Douglas County School District to unveil reopening plan soon

Board discussion about fall options expected June 23

Jessica Gibbs
jgibbs@coloradocommunitymedia.com
Posted 6/16/20

This month, Douglas County will get its first official glimpse of plans for reopening the Douglas County School District in the fall, when the district plans to return to in-person learning. Board …

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Douglas County School District to unveil reopening plan soon

Board discussion about fall options expected June 23

Posted

This month, Douglas County will get its first official glimpse of plans for reopening the Douglas County School District in the fall, when the district plans to return to in-person learning.

Board directors are set to consider a “reentry and recovery” plan on June 23 after a task force presents its recommendation for starting the 2020-21 school year, along with contingency plans in case the district needs to pivot course amid the ongoing COVID-19 pandemic.

“Each situation is going to be different from district to district,” Superintendent Thomas Tucker said.

The district launched its Fall 2020 Planning Task Force at the beginning of June. Nearly 2,000 community members applied to serve on the task force. The district selected 200 applicants to work in focus groups within the task force.

Speaking at the June 9 school board meeting, Tucker said the district has not finalized the plan and was still considering themes emerging in re-entry plans from across the country. Board President David Ray announced June 13 the district plans to return to in-person learning in August, unless the district receives different guidance from the state or Tri-County Health Department.

“The safety and well being of our students and staff remain a top priority, thus we are working with our DCSD Restart & Recovery Task Force to create a restart plan which will guide us in welcoming students back to an ‘as close to normal as possible’ classroom experience in August,” Ray said in a written statement on his Facebook page.

Ray said the district will take safety precautions but that “specific safety precautions have not yet been determined.”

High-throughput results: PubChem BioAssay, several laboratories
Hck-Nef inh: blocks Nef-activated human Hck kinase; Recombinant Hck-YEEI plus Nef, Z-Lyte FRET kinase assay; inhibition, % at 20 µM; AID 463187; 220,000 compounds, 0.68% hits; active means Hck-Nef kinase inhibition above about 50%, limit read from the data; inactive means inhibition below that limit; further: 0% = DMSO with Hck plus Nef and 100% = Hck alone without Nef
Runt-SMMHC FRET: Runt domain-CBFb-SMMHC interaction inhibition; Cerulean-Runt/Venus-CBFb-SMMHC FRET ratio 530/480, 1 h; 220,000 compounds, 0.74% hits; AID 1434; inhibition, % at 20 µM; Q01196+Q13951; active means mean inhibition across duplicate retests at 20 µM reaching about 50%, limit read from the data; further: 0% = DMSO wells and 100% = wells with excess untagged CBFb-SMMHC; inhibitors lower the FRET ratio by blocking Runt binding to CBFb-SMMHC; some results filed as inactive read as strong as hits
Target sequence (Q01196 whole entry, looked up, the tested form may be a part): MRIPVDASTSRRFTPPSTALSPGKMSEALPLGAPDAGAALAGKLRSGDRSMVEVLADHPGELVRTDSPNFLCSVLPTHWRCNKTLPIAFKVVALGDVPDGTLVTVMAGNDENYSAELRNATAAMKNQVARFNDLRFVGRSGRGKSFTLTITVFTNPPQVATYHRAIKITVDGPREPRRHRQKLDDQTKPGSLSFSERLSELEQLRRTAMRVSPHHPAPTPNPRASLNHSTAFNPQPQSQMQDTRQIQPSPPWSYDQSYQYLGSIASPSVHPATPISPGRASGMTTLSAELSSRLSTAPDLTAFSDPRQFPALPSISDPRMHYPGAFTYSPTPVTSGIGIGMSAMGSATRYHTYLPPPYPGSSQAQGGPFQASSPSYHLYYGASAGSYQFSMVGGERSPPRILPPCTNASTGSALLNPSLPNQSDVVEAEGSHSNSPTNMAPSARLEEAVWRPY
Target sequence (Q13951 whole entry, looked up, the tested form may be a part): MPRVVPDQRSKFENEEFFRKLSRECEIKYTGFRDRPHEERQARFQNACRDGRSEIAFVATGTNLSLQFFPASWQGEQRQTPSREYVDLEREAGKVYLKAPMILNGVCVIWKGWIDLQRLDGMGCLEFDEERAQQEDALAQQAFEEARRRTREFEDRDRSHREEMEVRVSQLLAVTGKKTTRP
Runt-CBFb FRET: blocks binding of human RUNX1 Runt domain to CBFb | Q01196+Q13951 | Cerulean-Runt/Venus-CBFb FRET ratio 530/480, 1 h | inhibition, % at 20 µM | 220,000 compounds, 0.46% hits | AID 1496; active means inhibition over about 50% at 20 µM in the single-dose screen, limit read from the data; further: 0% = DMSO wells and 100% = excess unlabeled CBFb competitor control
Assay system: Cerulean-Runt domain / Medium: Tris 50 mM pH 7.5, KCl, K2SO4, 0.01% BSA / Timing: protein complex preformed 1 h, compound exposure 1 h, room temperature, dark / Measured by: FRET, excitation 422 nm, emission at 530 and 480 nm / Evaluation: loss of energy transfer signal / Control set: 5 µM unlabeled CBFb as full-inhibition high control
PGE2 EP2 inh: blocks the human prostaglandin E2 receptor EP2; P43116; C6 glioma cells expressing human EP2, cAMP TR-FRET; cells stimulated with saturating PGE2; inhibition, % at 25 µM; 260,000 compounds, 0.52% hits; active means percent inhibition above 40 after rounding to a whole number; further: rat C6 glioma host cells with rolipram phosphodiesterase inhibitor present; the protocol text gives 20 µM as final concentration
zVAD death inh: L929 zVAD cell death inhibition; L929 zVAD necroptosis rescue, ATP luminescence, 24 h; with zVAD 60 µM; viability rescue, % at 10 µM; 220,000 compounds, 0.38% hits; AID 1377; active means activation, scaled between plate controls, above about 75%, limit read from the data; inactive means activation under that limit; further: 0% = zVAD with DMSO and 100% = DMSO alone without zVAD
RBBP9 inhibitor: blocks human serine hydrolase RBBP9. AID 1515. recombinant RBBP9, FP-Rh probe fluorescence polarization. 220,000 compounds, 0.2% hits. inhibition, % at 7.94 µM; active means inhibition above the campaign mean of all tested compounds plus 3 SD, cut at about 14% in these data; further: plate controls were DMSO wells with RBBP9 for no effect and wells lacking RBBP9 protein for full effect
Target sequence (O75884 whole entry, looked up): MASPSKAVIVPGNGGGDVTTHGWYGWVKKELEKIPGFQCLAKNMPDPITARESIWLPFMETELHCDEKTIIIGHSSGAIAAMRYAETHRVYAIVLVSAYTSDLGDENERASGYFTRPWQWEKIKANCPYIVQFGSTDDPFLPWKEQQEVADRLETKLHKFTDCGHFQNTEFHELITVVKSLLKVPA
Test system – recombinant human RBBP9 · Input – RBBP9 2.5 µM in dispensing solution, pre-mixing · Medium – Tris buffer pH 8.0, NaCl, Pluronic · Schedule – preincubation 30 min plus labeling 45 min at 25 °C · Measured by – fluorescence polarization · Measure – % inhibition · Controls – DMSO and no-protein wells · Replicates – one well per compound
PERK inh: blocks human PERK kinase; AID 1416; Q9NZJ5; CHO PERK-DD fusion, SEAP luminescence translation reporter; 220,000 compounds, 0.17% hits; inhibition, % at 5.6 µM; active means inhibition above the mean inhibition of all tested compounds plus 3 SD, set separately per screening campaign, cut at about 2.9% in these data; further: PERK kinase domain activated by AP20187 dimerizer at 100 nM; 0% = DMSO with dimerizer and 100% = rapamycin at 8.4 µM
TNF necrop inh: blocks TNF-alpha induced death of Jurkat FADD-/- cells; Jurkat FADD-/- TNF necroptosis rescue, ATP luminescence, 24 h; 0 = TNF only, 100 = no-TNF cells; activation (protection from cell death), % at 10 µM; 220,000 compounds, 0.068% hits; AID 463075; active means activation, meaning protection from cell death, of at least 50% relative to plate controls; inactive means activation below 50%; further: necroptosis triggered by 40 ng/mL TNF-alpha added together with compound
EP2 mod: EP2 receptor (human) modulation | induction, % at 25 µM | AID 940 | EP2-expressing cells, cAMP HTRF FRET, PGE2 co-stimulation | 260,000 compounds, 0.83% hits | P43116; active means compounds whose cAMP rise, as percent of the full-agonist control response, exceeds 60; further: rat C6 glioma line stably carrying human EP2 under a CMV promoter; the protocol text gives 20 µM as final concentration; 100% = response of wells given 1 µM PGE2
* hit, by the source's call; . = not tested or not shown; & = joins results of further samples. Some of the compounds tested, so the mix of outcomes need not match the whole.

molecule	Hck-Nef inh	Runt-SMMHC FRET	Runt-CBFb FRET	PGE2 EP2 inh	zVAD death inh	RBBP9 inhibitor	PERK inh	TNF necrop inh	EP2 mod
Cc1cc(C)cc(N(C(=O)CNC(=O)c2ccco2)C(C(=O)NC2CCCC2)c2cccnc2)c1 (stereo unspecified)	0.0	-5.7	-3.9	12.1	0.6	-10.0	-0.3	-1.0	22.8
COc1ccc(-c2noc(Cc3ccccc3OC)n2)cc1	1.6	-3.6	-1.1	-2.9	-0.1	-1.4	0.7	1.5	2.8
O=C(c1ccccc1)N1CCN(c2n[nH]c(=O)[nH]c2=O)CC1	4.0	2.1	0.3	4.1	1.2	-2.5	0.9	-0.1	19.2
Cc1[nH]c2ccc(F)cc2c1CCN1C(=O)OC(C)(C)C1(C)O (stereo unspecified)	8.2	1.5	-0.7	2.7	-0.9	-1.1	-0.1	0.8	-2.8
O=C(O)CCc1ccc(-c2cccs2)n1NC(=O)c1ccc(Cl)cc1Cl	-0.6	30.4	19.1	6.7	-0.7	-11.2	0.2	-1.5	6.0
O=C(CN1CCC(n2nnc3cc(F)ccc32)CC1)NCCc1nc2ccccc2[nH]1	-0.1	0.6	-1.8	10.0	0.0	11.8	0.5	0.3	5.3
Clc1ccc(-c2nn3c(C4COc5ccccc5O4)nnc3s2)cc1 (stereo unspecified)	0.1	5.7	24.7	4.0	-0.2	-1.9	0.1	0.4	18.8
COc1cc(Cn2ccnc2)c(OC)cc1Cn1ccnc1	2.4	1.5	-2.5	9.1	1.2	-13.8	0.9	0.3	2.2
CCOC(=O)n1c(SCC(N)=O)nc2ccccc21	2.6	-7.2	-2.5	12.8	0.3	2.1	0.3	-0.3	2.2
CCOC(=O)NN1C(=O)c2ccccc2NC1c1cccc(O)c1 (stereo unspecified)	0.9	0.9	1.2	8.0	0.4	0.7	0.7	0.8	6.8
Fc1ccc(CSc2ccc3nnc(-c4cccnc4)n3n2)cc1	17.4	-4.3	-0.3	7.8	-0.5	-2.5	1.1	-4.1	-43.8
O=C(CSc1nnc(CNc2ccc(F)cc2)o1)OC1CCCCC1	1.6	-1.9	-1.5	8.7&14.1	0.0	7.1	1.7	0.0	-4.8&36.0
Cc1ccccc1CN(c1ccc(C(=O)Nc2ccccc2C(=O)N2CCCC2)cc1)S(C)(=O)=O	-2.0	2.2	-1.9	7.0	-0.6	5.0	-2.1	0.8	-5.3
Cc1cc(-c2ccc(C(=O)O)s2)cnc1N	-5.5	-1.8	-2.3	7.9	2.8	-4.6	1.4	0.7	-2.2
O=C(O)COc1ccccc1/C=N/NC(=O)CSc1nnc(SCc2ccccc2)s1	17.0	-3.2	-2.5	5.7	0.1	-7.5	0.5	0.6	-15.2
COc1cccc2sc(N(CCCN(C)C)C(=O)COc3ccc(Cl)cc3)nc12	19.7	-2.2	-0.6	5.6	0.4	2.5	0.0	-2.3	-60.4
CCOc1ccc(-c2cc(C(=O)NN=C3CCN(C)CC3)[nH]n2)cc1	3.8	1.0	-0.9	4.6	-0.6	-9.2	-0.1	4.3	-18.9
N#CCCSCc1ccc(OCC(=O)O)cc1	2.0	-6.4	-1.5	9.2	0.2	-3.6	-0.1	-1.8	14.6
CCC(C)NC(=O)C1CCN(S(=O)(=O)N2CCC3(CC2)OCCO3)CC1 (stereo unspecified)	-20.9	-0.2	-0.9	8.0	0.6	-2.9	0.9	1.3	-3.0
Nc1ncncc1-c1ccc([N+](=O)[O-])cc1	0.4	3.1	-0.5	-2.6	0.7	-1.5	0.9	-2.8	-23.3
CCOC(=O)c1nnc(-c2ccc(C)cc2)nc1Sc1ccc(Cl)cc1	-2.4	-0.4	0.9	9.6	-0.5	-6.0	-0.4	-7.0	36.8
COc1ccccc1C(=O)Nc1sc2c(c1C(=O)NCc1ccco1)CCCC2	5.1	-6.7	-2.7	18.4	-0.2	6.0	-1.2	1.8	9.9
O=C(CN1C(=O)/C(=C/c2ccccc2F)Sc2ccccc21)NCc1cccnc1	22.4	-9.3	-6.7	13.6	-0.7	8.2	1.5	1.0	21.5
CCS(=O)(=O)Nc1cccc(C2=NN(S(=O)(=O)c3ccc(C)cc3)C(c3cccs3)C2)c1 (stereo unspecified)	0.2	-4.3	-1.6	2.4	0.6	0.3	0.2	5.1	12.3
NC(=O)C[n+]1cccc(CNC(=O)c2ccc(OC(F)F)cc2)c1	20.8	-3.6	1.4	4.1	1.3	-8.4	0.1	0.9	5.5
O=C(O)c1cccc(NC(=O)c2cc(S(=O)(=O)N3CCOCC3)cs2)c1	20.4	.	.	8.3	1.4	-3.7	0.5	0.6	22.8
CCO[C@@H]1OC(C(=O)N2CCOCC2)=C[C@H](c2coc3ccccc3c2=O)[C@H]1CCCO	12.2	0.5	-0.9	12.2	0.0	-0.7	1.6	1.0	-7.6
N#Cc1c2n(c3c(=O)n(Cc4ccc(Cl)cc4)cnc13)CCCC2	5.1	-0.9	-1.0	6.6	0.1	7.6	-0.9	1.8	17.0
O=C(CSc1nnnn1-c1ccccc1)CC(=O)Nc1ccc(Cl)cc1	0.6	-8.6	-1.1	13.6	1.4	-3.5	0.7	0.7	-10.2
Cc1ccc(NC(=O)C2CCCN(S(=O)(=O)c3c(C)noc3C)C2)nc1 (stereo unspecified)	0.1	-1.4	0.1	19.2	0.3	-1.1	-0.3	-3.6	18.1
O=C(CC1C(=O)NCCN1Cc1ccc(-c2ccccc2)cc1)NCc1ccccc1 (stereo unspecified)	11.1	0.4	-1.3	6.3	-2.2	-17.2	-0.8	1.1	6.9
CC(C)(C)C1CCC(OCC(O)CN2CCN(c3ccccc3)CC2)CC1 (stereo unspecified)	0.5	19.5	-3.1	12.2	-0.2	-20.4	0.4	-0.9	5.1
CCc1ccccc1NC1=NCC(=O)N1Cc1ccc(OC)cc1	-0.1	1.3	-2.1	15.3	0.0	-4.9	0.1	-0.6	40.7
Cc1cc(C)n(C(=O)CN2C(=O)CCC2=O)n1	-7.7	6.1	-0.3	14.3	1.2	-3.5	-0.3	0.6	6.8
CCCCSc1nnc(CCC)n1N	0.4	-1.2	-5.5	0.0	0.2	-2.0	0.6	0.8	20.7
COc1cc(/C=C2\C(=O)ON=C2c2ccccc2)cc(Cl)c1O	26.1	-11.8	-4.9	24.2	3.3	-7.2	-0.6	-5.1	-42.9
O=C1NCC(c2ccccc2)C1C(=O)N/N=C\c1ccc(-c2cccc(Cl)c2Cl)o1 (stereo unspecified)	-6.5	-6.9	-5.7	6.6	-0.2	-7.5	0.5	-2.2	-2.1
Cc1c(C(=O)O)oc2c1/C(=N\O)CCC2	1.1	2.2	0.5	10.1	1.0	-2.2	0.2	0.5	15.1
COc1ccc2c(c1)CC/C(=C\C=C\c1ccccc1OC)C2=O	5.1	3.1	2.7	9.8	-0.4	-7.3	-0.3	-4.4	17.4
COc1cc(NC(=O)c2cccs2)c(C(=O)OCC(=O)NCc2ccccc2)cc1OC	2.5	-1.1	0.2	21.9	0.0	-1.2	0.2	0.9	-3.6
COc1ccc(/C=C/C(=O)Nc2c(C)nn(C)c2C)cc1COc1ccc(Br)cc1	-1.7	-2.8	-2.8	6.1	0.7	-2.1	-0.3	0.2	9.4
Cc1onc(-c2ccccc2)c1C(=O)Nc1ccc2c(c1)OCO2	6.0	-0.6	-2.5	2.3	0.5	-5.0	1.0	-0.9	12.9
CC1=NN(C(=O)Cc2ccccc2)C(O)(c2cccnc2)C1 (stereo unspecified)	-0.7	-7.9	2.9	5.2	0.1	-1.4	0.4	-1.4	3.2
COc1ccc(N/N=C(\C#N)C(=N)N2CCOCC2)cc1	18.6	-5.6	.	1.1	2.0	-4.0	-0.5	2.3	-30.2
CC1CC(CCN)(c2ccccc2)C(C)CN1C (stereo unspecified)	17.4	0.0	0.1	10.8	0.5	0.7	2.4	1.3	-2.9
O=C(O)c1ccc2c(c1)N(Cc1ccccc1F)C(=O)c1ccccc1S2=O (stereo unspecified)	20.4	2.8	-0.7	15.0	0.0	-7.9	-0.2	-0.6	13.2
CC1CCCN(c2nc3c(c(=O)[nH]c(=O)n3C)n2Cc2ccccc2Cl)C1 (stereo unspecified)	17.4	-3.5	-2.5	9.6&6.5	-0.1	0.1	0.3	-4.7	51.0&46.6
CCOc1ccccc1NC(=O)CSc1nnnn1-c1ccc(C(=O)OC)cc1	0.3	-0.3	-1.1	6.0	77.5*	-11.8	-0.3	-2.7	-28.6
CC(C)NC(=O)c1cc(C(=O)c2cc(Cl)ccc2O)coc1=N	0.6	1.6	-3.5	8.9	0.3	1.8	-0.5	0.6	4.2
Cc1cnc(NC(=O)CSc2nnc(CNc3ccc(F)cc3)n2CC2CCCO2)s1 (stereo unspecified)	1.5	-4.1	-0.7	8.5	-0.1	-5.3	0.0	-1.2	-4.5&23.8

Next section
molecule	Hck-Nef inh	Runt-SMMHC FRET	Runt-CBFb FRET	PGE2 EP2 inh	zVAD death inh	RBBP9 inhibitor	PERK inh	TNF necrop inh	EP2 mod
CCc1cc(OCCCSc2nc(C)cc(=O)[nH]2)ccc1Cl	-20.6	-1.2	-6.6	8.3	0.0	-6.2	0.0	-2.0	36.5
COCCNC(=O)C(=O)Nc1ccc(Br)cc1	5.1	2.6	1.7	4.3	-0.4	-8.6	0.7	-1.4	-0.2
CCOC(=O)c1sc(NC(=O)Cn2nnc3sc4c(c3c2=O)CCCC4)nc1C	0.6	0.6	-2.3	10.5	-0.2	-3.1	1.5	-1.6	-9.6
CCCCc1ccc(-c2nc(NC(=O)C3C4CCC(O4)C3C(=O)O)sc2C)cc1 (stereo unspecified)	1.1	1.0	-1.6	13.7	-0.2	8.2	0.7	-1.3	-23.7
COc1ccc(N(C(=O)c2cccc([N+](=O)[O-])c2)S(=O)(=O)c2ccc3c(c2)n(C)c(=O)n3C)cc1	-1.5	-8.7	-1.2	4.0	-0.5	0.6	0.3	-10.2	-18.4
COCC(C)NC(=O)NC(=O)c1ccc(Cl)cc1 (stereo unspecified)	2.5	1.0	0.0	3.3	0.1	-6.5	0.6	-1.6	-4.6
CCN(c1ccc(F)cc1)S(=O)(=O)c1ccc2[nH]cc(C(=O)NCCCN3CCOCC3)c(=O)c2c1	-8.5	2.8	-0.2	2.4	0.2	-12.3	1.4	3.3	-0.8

Tucker in the June 9 meeting noted trends he is observing as districts announce their plans. Whether the Douglas County district will require masks, health screenings and temperature checks remains to be seen, he said.

Neighboring district Jeffco Schools shared its plan on May 22 and is collecting input through June. The proposal would require social distancing, and most notably, a hybrid model of remote and in-person learning. Students would complete at least 50% of their school days remotely, according to the plan.

Numerous Jefferson County parents on June 4 urged resuming school as normal. One Douglas County parent urged the Douglas County School Board on June 9 to resume school as normal in August.

A recent Wall Street Journal story described remote education as largely a failure throughout the U.S., as some students lacked computers or internet access, teachers took on remote learning for the first time, and parents were unavailable to help with their children’s schooling.

Tucker cautioned that “this is a very, very fluid situation” and whatever the district approves this month could change by August.

The Douglas County School District’s Chief Academic Officer, Marlena Gross Taylor, said the task force will present recommendations on the calendar year and a staggered reopening.

A staggered schedule has proved to be the biggest point of interest among parents and the community, she said. Gross Taylor said the district will continue planning to provide remote education for students who are at high risk from the novel coronavirus and cannot safely transition back to in-person learning.

“We will have several contingencies, again not knowing where we will be,” she said.

Ray also said in his June 13 statement the district would provide “a robust, comprehensive DCSD eLearning option” at each school for students who prefer to continue learning remotely.

The district will also send a survey to families asking about their “plans and comfort level” with children returning to school in the fall, Ray said.

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